When I look out the window, it is a beautiful spring day, but said window is closed against the still chilly temperatures. It’s such an odd spring. Everything seems late, then the weather turns warm and those long-awaited blossoms go by so quickly. Then it turns cool again. Thankfully there hasn’t been a late frost. Usually I am running around late afternoons covering bleeding hearts and watching our magnolia turn brown. Much to be grateful for, I guess.
Ben Moore died last Thursday. He was such a fixture around town. Even through much of his illness, he and Paddy attended every town and church event. It was always nice to see Ben out. He remained the gracious gentleman he always was, kind, softspoken, a part of West Tisbury in so many ways. Buildings he designed will testify to his creativity, generosity, and care for the community he inhabited, but Ben’s gift to me will always be his smile and beautiful manners, and his love of black Labs. My condolences and great admiration, dear Paddy, to you and your family.
I just learned that Gay Nelson died at Long Hill on Sunday. Gay’s family had all been with her these past days, taking turns at her bedside, being with Art and each other. Since I had been working at Long Hill, I had been able to spend time with Gay these past few years. She still enjoyed a good children’s book, and I could get her laughing with Jack Prelutsky’s poetry. Her feet tapped along with Rick O’Gorman’s Thursday concerts. Art had wonderful photographs of the family, and especially their twin grandchildren, that would play on a television in her bedroom in the evenings. She still loved music, old movies, Christmas lights, flowers, and most of all she loved Art. I have to give him credit for being the most devoted husband ever. Gay’s face always lit up the minute she saw Art come into the room. Daffodils we planted together, abundant Christmas greens at the library parties, and knowing the perfect book for every child in town are how I will remember Gay from our library days. I am so sad for the whole Moore/Nelson family, losing both Ben and Gay within a few days.
Barbara Day died in Florida, not long after the passing of her husband Bob. My sympathy to their family, especially for losing them so close together. In life, though, they were always together, familiar sights at the library and at every meeting and event in town for so many years, devoted to each other and to the town. There will be a memorial service for them in July.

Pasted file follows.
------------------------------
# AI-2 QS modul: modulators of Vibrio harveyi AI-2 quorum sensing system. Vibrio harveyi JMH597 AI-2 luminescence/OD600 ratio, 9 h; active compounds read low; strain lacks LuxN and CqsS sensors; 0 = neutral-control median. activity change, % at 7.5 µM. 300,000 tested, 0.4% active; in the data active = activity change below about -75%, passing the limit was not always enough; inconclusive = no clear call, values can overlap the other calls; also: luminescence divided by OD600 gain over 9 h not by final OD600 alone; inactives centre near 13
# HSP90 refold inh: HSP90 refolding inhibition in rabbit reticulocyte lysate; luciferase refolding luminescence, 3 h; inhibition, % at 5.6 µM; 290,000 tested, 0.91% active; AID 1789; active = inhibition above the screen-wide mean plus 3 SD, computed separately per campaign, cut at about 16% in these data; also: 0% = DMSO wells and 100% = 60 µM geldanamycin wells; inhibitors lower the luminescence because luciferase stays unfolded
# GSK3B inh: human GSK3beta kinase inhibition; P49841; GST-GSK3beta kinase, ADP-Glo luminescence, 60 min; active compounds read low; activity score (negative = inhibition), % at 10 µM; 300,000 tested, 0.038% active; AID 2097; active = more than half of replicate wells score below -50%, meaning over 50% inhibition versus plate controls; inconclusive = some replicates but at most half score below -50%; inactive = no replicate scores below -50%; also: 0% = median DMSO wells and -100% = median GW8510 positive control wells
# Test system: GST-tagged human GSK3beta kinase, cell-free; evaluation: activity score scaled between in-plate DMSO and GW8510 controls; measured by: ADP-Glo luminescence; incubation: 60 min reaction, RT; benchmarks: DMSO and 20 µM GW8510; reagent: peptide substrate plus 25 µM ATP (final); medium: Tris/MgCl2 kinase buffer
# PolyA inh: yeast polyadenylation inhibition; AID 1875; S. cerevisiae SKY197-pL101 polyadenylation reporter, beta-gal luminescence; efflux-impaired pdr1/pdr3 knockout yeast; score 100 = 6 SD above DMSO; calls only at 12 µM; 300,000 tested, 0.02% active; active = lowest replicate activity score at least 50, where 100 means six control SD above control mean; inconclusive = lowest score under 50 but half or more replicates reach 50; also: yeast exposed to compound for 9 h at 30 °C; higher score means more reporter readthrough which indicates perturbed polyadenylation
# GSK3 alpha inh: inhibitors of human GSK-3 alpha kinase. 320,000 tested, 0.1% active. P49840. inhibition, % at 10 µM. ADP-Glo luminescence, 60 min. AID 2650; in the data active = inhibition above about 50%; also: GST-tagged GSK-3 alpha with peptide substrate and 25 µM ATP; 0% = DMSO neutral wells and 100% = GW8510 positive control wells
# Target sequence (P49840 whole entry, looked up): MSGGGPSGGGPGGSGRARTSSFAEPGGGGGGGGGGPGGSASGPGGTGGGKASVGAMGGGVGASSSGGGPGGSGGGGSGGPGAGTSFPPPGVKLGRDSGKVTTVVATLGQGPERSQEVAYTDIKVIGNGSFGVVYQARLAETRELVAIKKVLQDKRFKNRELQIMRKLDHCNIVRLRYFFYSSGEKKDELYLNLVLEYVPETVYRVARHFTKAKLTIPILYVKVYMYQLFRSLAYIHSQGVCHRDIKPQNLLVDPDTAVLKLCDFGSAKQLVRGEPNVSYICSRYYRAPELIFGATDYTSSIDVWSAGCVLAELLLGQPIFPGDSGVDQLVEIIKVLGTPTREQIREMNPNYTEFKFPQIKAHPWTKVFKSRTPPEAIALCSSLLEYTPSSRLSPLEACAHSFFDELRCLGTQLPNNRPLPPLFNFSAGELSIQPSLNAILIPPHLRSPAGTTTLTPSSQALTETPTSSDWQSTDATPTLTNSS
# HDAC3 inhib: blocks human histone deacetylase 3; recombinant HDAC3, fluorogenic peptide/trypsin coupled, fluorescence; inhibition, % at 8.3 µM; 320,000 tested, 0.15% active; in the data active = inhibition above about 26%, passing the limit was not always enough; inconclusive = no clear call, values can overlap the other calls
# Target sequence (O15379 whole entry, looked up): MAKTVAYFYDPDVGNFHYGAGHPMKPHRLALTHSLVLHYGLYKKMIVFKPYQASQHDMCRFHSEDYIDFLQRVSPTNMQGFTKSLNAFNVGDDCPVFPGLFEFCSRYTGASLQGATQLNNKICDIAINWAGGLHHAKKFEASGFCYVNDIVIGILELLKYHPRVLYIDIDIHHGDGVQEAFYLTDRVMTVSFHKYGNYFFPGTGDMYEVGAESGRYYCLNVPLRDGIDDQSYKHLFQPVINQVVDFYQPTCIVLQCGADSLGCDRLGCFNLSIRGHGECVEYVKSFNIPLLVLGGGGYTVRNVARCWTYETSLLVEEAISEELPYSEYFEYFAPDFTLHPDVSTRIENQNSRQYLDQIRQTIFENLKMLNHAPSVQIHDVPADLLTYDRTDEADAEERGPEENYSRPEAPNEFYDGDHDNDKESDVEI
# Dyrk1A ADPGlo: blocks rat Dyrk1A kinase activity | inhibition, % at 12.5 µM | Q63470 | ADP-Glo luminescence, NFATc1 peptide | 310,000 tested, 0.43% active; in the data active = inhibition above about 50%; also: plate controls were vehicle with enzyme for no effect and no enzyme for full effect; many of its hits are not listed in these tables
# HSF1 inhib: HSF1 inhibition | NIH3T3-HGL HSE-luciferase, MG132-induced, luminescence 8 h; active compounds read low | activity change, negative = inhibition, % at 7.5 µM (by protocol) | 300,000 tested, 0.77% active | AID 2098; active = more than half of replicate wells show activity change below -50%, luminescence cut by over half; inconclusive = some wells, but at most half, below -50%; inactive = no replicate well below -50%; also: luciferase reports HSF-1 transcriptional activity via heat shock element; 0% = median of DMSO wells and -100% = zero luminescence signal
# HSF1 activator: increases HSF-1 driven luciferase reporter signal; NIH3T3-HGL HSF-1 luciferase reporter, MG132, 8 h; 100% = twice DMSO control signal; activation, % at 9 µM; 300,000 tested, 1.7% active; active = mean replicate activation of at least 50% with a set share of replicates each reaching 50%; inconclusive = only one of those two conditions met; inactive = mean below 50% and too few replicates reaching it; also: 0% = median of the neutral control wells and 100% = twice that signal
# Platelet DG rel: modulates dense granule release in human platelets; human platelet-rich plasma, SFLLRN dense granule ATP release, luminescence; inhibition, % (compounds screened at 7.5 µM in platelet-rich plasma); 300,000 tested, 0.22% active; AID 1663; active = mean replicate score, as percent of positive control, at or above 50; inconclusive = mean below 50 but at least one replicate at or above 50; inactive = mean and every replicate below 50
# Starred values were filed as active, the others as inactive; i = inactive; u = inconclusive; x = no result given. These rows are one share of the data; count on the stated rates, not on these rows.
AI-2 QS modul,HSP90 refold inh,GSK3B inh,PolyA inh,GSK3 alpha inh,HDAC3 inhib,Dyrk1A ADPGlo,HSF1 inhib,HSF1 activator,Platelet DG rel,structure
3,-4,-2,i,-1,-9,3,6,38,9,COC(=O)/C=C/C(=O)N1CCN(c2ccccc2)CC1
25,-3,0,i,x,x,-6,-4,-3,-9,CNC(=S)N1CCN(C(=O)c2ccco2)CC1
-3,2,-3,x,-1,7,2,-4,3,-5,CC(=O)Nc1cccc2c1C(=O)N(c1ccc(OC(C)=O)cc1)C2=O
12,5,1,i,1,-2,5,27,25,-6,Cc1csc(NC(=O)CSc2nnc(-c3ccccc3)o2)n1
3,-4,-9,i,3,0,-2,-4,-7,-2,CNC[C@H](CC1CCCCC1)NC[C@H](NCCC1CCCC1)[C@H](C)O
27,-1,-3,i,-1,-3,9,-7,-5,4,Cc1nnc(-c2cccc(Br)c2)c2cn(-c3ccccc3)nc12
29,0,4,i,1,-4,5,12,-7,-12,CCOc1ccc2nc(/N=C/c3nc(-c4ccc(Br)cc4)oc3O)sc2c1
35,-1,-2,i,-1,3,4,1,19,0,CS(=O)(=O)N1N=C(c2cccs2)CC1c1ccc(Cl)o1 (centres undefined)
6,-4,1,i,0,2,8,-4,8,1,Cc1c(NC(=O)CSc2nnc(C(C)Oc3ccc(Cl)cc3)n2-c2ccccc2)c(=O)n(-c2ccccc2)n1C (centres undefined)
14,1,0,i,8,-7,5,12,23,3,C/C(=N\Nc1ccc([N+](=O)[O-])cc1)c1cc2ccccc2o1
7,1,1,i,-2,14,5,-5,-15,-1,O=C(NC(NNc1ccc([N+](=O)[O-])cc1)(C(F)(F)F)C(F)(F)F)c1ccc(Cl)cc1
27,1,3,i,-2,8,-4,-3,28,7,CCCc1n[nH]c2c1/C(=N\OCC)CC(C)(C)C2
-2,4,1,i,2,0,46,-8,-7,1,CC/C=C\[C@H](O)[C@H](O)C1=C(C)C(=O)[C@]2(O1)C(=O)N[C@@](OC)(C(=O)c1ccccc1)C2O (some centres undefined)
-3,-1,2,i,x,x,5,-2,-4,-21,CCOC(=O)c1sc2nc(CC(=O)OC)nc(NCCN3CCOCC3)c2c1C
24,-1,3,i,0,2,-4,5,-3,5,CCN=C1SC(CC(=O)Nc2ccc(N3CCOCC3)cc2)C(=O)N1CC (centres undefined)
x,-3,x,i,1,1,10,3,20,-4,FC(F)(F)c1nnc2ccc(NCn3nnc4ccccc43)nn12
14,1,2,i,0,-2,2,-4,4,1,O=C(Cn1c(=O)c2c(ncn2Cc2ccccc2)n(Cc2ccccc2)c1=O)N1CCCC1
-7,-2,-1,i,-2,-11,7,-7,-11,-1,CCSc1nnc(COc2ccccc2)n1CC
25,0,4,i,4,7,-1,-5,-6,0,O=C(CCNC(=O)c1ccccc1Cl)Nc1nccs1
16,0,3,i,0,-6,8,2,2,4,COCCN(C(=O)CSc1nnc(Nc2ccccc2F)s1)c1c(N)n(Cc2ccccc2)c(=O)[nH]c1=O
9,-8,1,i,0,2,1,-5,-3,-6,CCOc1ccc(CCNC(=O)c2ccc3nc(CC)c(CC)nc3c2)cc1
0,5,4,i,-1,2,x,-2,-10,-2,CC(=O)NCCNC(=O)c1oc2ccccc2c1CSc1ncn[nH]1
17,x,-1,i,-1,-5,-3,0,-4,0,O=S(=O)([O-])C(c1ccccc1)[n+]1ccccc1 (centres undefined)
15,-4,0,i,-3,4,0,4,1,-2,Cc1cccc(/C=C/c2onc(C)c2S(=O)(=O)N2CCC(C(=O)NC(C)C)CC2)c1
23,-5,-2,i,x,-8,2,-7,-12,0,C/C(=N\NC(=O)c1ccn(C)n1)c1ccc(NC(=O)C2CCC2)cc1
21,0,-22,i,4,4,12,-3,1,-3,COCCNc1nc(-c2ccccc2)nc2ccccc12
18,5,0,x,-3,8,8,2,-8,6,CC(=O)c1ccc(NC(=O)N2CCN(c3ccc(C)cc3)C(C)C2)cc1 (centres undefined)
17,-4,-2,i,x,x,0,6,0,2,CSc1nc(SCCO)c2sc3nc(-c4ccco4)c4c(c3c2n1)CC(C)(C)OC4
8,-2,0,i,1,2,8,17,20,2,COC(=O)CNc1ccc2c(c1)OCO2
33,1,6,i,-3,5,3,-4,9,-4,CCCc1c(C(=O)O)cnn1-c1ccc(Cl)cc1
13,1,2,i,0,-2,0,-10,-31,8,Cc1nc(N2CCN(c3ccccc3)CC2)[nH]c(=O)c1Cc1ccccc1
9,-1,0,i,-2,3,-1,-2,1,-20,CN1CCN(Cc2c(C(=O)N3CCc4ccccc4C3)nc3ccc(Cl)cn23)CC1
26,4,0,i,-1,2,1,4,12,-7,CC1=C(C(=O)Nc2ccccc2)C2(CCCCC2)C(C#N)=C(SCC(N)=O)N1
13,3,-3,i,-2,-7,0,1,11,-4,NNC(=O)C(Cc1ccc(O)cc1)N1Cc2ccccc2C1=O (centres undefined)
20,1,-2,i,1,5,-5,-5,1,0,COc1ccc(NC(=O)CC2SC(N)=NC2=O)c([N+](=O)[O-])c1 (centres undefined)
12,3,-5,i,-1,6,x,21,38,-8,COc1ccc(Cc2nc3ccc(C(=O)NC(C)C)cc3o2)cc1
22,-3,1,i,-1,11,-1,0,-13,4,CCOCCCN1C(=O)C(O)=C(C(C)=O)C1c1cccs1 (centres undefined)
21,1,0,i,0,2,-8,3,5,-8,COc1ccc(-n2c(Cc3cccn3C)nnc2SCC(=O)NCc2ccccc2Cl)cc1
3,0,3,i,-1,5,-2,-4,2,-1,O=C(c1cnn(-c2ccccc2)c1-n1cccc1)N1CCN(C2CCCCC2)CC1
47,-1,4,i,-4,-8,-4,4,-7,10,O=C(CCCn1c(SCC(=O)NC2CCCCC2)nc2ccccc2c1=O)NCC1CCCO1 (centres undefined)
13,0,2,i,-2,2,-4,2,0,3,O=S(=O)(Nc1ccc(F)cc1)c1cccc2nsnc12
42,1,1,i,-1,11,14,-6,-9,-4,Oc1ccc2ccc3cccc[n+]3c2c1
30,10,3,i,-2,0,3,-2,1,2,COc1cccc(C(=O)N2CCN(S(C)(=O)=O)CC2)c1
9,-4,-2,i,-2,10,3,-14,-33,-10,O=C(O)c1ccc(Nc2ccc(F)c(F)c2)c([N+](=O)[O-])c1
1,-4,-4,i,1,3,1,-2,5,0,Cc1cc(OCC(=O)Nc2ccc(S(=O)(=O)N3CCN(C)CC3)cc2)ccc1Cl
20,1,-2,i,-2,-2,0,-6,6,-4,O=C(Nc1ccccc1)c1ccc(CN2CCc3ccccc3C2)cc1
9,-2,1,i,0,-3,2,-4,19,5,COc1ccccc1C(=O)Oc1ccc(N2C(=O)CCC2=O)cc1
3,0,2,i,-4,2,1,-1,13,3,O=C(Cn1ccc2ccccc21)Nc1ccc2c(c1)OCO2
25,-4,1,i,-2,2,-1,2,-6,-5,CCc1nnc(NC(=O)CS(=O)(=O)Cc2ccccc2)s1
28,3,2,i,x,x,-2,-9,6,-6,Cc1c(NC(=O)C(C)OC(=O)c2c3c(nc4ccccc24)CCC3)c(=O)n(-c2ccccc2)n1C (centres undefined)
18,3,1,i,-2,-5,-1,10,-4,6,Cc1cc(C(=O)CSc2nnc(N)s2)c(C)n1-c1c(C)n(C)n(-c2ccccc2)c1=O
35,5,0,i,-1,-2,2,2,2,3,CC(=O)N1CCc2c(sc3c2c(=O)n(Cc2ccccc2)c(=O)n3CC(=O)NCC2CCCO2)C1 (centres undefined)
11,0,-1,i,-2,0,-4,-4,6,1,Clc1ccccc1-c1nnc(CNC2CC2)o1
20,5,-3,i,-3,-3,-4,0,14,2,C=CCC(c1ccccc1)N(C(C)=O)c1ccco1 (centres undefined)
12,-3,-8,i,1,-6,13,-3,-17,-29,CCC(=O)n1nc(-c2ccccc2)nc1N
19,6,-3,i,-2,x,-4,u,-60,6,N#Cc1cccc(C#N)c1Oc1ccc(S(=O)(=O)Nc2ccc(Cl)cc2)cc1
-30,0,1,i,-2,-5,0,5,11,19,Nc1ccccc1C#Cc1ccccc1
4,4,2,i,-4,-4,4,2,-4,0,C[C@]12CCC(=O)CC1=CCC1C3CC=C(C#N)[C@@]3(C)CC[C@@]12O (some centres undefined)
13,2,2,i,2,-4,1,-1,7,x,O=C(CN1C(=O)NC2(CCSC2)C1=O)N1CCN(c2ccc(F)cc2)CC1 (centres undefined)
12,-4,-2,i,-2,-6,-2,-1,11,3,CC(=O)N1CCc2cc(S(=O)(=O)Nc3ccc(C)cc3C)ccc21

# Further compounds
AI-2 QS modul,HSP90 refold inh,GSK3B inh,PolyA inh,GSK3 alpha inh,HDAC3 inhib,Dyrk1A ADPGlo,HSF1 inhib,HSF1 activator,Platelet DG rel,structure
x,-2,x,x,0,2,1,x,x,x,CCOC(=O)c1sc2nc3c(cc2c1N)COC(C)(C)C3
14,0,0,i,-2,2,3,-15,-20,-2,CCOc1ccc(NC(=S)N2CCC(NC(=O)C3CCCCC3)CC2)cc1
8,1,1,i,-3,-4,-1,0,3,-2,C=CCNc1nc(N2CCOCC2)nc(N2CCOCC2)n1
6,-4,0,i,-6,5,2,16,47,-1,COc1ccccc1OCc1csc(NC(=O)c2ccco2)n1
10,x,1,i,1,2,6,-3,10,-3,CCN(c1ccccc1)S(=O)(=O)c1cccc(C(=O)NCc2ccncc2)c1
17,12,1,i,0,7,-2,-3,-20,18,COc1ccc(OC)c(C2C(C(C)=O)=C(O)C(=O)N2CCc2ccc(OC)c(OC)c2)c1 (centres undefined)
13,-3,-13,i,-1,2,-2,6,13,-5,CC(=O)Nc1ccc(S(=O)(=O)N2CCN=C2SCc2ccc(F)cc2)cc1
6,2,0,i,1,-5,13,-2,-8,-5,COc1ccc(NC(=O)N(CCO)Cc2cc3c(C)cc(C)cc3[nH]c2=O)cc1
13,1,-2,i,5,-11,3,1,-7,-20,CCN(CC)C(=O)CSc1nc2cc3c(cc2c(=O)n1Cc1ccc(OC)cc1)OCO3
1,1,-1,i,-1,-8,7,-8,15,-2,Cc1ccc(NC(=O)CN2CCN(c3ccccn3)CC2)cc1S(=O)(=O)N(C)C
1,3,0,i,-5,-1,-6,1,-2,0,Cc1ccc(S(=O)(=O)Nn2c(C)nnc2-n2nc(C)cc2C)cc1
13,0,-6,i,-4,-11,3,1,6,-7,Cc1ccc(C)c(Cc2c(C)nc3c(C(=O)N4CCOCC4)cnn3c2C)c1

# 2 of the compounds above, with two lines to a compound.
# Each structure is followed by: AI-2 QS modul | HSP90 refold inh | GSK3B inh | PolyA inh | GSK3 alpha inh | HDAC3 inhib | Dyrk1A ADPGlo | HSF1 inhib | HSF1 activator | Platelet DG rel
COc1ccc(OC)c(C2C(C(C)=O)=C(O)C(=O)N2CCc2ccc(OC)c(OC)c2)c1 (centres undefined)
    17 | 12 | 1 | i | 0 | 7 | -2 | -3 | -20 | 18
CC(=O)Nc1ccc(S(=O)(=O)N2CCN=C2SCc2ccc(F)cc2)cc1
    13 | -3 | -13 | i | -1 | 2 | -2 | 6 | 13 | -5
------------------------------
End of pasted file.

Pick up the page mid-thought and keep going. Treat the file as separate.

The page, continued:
There will be two graveside services this Saturday, May 19, both at 11 am. The Rev. Cathlin Baker will lead the service for Kevin Hearn at Lambert’s Cove Cemetery. He will be buried with military honors by members of the Martha’s Vineyard Veterans’ Association. The Rev. Bill Eddy will officiate at the service for Jane Farrow at Abel’s Hill Cemetery, almost within view of the home she and Ted shared, just up the hill. There will be a gathering to follow at the Beach Plum Inn.
Ginny Jones has been sharing information about a recent two-day Municipal Vulnerability Preparedness joint strategic planning effort by West Tisbury and Chilmark, funded by a grant and organized by Jen Rand, Tim Carroll, John Christensen, and Marina Lent. After completing the workshop, our towns become eligible for funding to implement the projects they have identified to build resilience against hazard vulnerability as a result of climate change, severe storms, and the rise of sea level. For now, they are working among themselves on what we can do on our own for our towns and for our own households, considering the difference between a Category 4 or 5 hurricane during the summer when there may be more than 100,000 people here, and a bad nor’easter during the winter, when we are “just us,” and mostly more self-sufficient and prepared.
The ferry system topped the list for needing serious planning and revision. The need to design and construct ferries designed for conditions along the Island routes, not as prone to windage as the current boats, that are reasonably simple to operate, to come up with one design that can be replicated for maximum efficiency and reliability, new thinking on capital improvements. Remember that we pay for all this, and are dependent on the ferry system; its purview is to serve Island residents first.